You may soon use multiple accounts on Android 14 for apps and services
Google engineers are testing a new Android 14 feature currently that allows users to use multiple accounts for apps and services. Called Clone Apps, it may be used to sign-in to apps using a second account.
Currently, Android users may sign-in using a single account in apps that they install on their devices. If multiple accounts are available, it either means switching accounts regularly, or using other means, such as signing-in using web browsers and web services. Some apps may support multiple accounts, but the majority do not, and there are third-party apps available that promise to clone apps already. Some manufacturers support app cloning as well.
XDA discovered the Clone Apps feature of Android 14. Unlike third-party solutions, this is a native implementation that promises to be more stable and problematic than these other solutions.
Android 14 users may see the new Cloned Apps menu under Settings > Apps on their devices. Note that Android 14 is in development, and that some features that are in testing currently may be pulled before the final reason.
The screenshot provided by XDA shows just three apps, Discord, Facebook and Telegram, which the author of the article had to enable using developer commands.
When users select the clone option for the first time, Android creates a cloned user profile in the background. This clone of the user profile is used to store application clones to separate them and their data from the main Android user profile.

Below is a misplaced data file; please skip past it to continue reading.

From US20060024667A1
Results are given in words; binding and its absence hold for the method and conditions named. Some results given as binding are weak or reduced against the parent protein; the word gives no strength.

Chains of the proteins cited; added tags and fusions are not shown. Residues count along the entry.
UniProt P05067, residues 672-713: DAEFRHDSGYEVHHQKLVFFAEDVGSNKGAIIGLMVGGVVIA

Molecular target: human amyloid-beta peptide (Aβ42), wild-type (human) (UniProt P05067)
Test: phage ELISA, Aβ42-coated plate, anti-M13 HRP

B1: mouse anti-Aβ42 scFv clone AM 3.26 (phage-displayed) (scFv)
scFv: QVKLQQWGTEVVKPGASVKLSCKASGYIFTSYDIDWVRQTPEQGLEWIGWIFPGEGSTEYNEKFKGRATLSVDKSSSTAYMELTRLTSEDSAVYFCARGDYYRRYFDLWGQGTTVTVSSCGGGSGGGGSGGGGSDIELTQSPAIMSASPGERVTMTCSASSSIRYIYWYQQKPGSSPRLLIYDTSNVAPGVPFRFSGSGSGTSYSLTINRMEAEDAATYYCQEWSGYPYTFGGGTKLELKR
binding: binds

All cloned apps need to be set up, as Android handles them like new application installs on the device. Cloned apps may be deleted at any time if they are no longer required.
XDA notes that the cloning of user profiles was introduced in Android 12, but that the feature could not be accessed directly on Android devices. Users had to run ADB commands to create a cloned profile and install apps using that profile.
Cloned apps are not differentiated currently by Android on the home screen or in launchers. Icons are identical, and there is a good chance that users launch the wrong app regularly. One way around this, at least until Google decides to create a distinguishing feature, is to sort them accordingly on the device.
Also, worth noting, is that the clone apps feature is not enabled by default in Android 14 test builds. It needs to be enabled using developer commands before it becomes available.
App cloning is a useful feature for Android users who want to run apps using multiple accounts on their devices. Think of a private and business account that need to be separated better. Native integration in Android will improve stability and reliability of the feature, and also limit other potential issues.
App cloning, for users, also means that they can better separate different accounts on the same Android device. It remains to be seen if app cloning will find its way into Android 14.
Now You: would you clone apps on your mobile devices?
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